How to build a chrome extension in Vanilla JS

Hi everybody, In todays article we’re going to discuss how you can build a chrome extension in JS. We will be using vanilla Javascript and HTML/CSS to do this. Because our extension will be built using Javascript, this is the language which we will be using to communicate with browser api(Chrome API)

But before that let’s talk about some of the basic terminologies and terms that we will be using while building our chrome extension:

  1. Extension: An extension is a software program that can be added to a web browser, such as Google Chrome, to enhance its functionality and add new features.
  2. Manifest file: A manifest file is a JSON file that contains information about the extension, such as its name, version, permissions, and content scripts. It is used by Chrome to load and configure the extension.
  3. Content script: A content script is a JavaScript file that runs in the context of a web page, allowing the extension to modify the page’s content or behavior.
  4. Background script: A background script is a JavaScript file that runs in the background of the browser, allowing the extension to perform tasks such as listening for events or making requests to external APIs.
  5. Popup: A popup is a small window that appears when a user clicks on the extension’s icon in the browser’s toolbar. It can be used to display information or provide user interactions.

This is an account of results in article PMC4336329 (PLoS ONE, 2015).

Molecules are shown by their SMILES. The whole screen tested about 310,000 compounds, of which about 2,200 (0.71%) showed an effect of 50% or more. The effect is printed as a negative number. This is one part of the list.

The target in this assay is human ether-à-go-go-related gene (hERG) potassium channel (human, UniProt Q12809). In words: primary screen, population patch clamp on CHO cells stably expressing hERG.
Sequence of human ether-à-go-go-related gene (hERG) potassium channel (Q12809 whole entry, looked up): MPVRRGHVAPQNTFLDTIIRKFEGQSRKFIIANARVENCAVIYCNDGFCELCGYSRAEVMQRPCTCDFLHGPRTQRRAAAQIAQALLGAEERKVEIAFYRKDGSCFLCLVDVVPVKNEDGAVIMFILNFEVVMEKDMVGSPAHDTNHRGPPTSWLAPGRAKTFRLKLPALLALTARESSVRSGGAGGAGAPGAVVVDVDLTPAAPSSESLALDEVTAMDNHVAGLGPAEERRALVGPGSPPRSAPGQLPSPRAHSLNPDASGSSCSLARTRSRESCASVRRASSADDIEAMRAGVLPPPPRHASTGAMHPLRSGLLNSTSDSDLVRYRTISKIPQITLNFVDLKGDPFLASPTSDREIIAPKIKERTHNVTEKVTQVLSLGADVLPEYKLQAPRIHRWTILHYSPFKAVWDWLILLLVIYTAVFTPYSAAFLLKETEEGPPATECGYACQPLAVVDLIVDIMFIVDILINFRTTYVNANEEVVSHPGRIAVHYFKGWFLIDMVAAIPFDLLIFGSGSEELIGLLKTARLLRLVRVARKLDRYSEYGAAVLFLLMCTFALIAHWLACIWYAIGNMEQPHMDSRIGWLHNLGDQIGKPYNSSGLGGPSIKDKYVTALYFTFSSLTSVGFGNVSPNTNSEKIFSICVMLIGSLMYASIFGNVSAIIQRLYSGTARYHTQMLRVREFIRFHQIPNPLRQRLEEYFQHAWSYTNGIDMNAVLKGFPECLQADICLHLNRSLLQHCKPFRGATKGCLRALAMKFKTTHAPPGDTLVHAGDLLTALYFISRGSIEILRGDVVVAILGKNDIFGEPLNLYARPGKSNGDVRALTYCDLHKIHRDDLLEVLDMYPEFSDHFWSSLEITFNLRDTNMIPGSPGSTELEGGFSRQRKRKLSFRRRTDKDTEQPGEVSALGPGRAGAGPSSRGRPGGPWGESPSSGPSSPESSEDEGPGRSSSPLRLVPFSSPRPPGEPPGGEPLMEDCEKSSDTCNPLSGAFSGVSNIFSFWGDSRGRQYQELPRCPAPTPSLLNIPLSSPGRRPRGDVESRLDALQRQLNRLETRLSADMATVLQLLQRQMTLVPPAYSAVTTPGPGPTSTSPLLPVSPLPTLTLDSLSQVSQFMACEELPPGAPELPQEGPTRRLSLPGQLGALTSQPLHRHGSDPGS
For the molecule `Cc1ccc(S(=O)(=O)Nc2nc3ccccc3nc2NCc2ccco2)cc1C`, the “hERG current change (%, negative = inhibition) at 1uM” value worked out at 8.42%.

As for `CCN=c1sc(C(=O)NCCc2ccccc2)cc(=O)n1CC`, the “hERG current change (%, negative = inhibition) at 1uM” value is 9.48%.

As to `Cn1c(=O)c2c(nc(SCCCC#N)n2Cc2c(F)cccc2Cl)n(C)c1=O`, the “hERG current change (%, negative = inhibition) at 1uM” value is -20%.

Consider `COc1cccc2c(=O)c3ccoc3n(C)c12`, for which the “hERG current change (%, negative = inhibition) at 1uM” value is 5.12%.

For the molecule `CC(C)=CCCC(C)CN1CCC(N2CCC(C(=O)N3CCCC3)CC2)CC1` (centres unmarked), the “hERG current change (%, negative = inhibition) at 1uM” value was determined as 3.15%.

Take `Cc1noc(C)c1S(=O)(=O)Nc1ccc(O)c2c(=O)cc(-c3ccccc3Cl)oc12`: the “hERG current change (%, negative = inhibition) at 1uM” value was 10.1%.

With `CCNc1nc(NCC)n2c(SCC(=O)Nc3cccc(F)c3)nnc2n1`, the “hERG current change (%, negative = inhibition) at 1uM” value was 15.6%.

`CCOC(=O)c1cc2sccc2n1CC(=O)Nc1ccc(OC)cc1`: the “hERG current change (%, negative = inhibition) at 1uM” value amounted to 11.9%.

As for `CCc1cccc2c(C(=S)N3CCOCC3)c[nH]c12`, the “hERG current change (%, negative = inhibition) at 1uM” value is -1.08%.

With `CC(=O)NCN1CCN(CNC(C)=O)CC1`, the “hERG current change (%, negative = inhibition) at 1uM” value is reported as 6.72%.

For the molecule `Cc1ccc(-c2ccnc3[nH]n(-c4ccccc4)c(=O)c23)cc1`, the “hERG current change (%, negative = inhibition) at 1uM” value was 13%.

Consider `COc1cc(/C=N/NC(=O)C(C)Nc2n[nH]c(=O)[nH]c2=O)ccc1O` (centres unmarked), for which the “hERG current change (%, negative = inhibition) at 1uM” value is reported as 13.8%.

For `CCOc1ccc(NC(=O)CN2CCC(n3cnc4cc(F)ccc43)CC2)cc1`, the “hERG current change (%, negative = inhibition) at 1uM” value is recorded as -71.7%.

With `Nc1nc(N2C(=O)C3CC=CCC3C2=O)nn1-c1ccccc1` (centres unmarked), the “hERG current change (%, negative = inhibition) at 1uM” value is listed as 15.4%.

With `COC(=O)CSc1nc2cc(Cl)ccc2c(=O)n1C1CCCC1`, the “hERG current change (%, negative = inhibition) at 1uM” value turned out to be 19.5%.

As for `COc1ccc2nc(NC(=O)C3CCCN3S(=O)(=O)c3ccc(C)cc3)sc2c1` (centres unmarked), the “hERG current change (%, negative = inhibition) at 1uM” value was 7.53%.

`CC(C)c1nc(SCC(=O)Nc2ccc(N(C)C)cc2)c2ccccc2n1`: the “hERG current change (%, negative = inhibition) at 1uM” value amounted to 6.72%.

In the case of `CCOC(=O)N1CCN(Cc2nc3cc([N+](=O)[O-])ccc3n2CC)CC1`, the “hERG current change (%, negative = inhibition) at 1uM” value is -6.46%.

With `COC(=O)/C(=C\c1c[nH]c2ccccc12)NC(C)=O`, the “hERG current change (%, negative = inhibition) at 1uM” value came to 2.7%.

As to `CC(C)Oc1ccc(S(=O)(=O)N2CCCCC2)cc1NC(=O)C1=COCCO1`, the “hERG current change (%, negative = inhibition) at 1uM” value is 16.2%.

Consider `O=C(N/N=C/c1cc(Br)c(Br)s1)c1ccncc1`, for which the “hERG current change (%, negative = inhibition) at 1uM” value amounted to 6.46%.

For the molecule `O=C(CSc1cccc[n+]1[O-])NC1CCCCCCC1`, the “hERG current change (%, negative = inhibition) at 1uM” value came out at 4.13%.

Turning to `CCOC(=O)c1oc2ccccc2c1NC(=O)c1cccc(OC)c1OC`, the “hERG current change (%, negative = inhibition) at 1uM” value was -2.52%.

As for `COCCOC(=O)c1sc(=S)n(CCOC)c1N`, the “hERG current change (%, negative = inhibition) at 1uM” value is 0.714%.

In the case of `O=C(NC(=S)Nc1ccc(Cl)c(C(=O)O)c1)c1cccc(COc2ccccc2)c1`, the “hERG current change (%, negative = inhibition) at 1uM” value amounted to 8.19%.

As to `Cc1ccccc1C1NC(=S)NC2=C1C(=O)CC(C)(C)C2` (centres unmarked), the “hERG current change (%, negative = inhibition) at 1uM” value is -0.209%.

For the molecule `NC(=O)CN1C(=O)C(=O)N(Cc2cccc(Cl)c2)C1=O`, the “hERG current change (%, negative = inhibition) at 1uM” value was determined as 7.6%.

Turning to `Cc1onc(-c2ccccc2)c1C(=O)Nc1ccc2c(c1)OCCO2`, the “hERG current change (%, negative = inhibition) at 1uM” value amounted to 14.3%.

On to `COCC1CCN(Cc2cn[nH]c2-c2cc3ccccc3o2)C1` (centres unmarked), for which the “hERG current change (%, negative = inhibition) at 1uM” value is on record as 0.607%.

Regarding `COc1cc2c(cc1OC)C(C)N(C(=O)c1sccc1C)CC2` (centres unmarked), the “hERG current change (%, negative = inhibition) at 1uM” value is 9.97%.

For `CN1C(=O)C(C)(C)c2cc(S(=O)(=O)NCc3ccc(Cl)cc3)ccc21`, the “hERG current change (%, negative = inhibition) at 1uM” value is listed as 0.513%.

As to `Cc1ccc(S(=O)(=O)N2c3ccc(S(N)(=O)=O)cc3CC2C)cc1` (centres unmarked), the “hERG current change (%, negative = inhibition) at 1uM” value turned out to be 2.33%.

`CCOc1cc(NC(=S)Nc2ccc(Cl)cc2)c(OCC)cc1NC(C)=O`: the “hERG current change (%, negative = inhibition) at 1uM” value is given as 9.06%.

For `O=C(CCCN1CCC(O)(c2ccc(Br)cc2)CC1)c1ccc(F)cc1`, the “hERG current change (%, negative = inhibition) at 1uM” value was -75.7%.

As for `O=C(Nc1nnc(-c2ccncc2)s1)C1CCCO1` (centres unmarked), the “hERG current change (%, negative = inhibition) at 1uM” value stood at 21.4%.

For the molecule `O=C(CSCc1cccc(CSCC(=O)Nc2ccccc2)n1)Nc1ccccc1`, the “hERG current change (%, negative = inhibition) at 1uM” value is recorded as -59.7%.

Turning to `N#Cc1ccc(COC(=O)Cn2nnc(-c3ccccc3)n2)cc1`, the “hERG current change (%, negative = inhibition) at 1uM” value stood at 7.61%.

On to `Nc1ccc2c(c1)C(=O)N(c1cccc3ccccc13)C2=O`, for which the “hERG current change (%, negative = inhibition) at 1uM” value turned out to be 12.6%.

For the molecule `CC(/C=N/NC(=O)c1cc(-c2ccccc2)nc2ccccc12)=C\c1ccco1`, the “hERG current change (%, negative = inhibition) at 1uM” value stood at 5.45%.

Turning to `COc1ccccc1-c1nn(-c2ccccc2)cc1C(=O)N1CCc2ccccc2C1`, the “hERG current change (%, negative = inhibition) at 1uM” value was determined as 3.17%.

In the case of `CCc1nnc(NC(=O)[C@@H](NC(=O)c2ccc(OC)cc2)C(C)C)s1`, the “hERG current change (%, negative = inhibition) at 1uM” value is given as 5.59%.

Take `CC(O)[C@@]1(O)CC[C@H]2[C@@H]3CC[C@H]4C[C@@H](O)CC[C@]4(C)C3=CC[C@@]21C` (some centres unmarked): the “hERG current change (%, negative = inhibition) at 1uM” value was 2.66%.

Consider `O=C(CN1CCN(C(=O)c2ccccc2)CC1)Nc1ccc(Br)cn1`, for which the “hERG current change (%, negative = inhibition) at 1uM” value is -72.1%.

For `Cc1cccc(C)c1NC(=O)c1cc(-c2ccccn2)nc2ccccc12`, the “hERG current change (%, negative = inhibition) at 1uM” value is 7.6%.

6. Chrome API: An API (Application Programming Interface) is a set of rules and protocols that allow different software applications to communicate with each other. Chrome provides various APIs that can be used by extensions, such as the tabs API, storage API, and notifications API.

Building Chrome Extension:

Before we jump into the coding part, first lets try to understand what we’re trying to build. Here we will be building chrome extension which will basically get activated through contextMenu. Whenever user will select specific text on webpage and then right click on it, they will see our chrome extension icon saying “Save Note“. And when user clicks on that save note icon then we will save that note inside using chrome API. and we will display that content inside poup.html when user loads it.